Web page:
5 marketing strategies to recession-proof your business

  1. Review marketing performance: In any economy, ensuring your marketing is working smarter, not harder, is key. But at a time when every expenditure is scrutinised, it’s no longer good enough to do things ‘just because’. Find out which channels and campaigns deliver the best performance and ultimately, your cost per acquisition/placement per customer per channel. Channel investment into those channels that yield the best return.
  2. Focus on database reactivation: Recruiters generally have immense databases with dormant – but hugely valuable – candidates or clients. Yet, too often bad data and/or poor database practices makes the CRM inoperable. Using marketing automation, you can segment and reach volumes of potential customers – oftentimes passive candidates who are not on the job boards or clients whom you’ve previously done business with. Both are more efficient and effective ways to do recruitment and business development than always sourcing ‘net new’.
  3. Ensure your brand resonates: Take stock of your brand, your unique selling proposition and the value and benefit you provide your end customer. Is this mirrored through your business and your consultants? Does this resonate through your online and social channels? In a downturn, you may wish to reconsider posting pictures of the incentive trip to Ibiza and instead think about the pain points and realities that your candidates and clients are facing and how you can solve their greatest challenges.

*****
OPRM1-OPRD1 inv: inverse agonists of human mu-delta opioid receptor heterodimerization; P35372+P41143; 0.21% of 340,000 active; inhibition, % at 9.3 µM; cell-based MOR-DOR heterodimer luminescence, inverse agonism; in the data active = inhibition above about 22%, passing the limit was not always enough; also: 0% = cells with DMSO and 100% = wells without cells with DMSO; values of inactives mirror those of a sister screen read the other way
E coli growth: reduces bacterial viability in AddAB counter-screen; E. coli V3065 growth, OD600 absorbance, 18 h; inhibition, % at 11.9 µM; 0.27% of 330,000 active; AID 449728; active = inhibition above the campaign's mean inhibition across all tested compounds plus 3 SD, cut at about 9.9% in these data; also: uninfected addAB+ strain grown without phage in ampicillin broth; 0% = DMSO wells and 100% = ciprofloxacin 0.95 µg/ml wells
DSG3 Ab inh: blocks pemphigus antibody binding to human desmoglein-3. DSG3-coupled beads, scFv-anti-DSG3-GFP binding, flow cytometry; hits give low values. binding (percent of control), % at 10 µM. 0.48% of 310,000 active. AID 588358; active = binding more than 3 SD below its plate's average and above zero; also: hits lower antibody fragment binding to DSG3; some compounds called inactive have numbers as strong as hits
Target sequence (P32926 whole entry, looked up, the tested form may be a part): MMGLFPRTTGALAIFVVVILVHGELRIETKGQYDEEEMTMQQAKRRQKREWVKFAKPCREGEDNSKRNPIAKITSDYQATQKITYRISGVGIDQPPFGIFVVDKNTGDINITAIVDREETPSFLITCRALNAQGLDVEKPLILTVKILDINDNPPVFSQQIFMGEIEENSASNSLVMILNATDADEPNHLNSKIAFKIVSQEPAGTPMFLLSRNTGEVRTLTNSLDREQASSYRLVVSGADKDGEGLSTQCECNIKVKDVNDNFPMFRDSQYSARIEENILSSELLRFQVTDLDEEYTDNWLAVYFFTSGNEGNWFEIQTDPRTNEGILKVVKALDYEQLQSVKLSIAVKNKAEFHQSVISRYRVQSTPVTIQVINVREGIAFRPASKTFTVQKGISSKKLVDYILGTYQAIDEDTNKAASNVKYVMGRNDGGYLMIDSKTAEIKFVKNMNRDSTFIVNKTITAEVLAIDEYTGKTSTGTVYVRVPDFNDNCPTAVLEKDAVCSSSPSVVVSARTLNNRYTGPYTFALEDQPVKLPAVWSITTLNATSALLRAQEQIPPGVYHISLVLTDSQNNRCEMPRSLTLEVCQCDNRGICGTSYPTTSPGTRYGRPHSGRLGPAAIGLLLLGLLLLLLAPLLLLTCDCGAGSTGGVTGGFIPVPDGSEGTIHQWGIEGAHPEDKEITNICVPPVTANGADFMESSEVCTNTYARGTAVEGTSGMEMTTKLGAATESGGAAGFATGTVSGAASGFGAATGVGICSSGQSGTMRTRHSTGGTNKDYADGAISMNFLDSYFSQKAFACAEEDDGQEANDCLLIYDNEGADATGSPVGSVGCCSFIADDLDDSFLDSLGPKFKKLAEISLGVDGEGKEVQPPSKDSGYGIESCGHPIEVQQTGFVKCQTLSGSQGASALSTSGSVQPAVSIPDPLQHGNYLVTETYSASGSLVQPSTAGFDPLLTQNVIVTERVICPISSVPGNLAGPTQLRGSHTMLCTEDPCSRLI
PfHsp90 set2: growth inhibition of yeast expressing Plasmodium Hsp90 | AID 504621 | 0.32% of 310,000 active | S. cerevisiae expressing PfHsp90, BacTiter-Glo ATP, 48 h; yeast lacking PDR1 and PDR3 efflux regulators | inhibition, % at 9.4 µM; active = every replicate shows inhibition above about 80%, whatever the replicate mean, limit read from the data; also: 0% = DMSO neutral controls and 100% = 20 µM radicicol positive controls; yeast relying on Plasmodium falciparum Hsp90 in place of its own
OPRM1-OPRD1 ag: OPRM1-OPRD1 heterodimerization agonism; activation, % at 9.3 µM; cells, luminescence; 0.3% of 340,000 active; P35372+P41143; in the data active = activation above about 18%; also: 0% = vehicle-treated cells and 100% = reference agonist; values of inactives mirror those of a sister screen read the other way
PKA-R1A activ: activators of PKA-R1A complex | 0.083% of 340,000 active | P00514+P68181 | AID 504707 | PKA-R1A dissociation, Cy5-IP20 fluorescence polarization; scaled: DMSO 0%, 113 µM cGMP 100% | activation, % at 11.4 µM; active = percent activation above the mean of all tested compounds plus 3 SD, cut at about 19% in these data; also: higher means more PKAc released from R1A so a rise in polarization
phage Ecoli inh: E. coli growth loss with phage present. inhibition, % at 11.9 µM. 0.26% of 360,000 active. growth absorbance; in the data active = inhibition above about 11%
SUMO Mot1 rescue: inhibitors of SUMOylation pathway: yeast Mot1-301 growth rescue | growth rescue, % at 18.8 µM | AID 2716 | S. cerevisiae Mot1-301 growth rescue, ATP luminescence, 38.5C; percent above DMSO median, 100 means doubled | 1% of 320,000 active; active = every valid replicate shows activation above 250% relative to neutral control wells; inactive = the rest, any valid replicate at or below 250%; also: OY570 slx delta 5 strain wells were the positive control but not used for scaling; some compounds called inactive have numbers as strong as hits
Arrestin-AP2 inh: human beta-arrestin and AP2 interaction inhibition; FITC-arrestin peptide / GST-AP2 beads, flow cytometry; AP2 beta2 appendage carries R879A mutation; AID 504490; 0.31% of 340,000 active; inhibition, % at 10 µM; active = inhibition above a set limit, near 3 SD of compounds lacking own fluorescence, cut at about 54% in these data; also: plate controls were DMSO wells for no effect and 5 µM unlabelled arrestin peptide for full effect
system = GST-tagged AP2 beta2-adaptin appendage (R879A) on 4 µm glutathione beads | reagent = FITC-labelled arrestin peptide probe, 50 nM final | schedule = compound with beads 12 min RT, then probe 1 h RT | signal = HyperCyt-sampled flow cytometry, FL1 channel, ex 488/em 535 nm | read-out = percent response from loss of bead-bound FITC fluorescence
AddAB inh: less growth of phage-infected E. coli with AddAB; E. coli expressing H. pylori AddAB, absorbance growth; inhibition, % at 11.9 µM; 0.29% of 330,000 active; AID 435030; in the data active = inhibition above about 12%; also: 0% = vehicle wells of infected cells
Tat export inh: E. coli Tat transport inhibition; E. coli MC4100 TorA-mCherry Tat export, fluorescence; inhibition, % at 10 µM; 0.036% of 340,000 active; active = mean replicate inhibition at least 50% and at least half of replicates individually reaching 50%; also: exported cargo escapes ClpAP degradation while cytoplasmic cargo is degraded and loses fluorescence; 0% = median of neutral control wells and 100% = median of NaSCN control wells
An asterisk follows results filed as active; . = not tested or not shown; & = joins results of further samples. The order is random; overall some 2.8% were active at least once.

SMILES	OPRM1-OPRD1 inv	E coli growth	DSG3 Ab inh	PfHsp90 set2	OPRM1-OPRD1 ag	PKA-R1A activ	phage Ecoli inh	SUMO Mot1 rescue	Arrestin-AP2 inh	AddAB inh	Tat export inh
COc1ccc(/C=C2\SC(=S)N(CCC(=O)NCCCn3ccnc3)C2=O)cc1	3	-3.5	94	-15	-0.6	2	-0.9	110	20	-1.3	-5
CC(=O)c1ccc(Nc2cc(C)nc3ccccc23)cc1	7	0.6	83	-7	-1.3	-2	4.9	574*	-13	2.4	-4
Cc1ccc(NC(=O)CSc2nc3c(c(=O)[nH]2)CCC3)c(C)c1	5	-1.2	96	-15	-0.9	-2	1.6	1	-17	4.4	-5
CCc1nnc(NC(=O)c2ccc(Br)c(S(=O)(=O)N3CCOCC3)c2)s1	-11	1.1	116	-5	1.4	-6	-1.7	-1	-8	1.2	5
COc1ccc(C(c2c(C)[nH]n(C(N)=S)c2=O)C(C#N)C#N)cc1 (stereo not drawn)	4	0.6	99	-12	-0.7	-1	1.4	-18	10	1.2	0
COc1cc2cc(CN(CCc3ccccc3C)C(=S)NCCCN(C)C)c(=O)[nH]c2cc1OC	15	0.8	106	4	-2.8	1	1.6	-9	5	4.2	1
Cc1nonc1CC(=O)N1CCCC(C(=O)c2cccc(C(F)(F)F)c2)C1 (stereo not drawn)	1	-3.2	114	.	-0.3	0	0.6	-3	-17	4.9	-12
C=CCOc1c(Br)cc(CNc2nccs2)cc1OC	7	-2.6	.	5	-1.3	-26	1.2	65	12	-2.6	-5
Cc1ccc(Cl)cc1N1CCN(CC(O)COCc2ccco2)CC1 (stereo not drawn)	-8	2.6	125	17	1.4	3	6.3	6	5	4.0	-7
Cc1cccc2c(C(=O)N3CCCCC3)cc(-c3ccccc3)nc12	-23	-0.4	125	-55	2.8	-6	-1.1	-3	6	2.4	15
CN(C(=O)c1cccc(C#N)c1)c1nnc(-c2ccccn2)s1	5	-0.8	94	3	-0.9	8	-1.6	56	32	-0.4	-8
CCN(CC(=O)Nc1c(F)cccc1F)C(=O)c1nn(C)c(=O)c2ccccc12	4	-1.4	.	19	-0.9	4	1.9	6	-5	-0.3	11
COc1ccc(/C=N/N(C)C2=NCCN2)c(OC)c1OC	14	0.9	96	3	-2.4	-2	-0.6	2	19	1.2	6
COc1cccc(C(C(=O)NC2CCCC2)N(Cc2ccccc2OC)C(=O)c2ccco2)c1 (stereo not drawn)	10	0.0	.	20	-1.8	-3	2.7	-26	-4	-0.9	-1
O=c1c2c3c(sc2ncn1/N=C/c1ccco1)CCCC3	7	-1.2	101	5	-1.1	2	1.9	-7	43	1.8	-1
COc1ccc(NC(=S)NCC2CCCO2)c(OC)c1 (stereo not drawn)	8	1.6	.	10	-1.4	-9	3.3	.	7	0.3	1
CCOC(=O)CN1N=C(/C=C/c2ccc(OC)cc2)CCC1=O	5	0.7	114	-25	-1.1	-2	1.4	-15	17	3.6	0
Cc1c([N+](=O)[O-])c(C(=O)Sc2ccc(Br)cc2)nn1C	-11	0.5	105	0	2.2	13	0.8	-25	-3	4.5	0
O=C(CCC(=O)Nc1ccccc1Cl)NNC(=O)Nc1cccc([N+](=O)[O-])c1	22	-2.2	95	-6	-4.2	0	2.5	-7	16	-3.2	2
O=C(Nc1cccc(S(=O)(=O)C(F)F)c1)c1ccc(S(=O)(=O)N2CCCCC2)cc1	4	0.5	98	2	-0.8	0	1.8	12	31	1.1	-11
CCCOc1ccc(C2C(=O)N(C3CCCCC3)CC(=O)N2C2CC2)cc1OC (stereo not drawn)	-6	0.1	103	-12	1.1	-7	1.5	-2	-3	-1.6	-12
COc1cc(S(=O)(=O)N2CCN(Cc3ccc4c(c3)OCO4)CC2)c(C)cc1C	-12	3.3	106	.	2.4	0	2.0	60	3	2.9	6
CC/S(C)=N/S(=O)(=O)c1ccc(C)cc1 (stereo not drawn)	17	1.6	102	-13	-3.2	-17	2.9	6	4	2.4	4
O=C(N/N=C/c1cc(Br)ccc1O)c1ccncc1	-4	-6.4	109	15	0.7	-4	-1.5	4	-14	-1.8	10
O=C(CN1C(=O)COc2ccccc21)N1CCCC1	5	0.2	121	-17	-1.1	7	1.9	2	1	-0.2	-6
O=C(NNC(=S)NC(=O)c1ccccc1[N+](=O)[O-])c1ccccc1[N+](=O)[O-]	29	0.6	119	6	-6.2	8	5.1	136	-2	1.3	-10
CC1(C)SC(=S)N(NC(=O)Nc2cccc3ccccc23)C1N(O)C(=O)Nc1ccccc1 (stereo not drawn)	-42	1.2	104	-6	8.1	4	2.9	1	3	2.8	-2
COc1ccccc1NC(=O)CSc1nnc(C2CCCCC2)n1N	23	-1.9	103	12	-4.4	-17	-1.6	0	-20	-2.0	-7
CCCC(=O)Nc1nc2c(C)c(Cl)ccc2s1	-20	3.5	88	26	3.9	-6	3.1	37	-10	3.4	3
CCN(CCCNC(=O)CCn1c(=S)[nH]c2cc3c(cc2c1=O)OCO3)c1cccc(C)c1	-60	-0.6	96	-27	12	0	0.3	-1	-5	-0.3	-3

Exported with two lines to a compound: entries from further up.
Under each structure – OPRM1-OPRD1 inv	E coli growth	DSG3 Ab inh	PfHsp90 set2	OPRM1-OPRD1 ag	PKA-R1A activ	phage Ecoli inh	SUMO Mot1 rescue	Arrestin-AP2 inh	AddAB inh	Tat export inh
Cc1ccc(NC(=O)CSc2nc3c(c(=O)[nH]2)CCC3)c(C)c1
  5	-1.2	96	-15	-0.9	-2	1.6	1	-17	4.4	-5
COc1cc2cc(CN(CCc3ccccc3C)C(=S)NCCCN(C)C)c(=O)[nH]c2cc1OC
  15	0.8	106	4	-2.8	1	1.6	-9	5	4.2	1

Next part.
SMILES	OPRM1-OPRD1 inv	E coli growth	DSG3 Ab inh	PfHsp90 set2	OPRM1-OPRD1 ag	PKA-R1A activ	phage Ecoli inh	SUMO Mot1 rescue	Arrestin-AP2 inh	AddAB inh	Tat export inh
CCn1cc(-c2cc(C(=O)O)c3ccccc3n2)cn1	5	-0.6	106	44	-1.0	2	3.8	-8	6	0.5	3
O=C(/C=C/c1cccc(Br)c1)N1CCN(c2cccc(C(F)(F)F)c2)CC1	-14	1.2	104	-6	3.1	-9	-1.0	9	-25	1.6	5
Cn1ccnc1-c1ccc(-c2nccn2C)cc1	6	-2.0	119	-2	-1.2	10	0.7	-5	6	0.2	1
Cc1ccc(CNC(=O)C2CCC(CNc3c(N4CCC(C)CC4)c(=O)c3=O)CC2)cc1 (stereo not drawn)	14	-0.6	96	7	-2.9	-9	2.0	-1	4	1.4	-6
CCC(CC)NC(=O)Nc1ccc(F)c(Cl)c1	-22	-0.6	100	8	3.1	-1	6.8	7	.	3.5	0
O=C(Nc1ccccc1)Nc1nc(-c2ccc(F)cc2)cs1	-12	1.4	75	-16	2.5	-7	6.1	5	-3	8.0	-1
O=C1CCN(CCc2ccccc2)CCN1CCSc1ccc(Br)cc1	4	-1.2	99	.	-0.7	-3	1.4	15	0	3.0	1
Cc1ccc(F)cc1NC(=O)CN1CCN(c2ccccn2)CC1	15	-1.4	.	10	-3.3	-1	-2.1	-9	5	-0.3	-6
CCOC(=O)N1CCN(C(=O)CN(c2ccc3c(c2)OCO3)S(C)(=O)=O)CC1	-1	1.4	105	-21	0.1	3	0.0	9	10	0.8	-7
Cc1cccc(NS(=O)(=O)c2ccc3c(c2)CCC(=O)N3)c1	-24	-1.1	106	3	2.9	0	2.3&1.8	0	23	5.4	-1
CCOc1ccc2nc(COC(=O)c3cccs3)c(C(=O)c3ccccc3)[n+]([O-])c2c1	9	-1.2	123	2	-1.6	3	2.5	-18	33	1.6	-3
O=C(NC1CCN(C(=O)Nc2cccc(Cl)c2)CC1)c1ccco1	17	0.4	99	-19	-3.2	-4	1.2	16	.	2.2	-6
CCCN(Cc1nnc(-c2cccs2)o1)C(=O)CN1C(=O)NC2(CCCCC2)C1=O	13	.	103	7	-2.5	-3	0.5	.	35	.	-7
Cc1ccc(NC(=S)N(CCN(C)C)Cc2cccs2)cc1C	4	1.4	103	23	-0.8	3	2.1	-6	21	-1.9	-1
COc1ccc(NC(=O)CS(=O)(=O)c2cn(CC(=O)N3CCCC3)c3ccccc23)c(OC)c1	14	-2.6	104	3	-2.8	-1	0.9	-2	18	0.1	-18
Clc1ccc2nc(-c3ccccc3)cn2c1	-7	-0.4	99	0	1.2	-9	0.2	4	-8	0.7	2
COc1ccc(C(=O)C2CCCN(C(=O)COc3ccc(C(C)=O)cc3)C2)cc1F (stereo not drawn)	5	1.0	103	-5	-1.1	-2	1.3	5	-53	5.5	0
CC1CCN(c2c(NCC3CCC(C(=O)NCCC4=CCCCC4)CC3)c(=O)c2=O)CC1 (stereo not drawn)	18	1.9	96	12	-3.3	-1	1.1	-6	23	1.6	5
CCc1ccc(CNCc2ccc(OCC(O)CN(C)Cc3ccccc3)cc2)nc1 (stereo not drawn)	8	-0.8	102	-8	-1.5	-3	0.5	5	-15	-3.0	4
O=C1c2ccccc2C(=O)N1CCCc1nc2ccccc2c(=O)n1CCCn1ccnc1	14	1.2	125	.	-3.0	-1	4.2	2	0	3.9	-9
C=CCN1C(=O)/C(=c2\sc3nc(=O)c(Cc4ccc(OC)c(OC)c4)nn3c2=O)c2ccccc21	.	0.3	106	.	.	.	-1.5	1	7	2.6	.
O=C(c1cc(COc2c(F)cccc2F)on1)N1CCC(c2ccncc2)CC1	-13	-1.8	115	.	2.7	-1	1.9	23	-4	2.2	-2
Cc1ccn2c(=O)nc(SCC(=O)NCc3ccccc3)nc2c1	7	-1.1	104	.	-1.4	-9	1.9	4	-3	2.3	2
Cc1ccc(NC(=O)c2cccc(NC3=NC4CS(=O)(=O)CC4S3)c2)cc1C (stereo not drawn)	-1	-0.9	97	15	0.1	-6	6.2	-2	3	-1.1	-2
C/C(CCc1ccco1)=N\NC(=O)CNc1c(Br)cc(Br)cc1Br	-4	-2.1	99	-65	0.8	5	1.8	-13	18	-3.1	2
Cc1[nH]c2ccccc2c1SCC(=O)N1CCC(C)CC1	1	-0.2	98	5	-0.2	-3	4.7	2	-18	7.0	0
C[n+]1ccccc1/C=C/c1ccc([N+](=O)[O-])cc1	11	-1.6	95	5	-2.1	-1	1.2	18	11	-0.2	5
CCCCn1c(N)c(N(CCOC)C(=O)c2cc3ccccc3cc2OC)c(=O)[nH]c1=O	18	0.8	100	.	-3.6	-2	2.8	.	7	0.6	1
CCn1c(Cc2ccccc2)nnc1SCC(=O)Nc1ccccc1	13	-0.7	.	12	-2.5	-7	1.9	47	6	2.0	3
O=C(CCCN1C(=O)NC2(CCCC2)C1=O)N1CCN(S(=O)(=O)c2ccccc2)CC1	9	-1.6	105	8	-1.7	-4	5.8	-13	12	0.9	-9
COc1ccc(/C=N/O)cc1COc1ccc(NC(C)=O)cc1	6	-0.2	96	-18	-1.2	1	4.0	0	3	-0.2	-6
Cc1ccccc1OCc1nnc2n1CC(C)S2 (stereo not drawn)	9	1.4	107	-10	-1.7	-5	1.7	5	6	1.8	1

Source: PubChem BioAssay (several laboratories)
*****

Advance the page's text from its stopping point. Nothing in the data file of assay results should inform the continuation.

4. Nurture customers through remarketing: Digital marketing in a recession is a sound strategy as it enables us to gain efficiencies and cost savings through targeted promotions and communications. Yet advertising often remains a very top of funnel activity aimed at the masses rather than nurturing those who are already in your sales funnel. Remarketing allows you to retarget customers who have landed on your website, applied for a job or engaged with an email and therefore can be a powerful channel to pull customers through ‘point of sale’.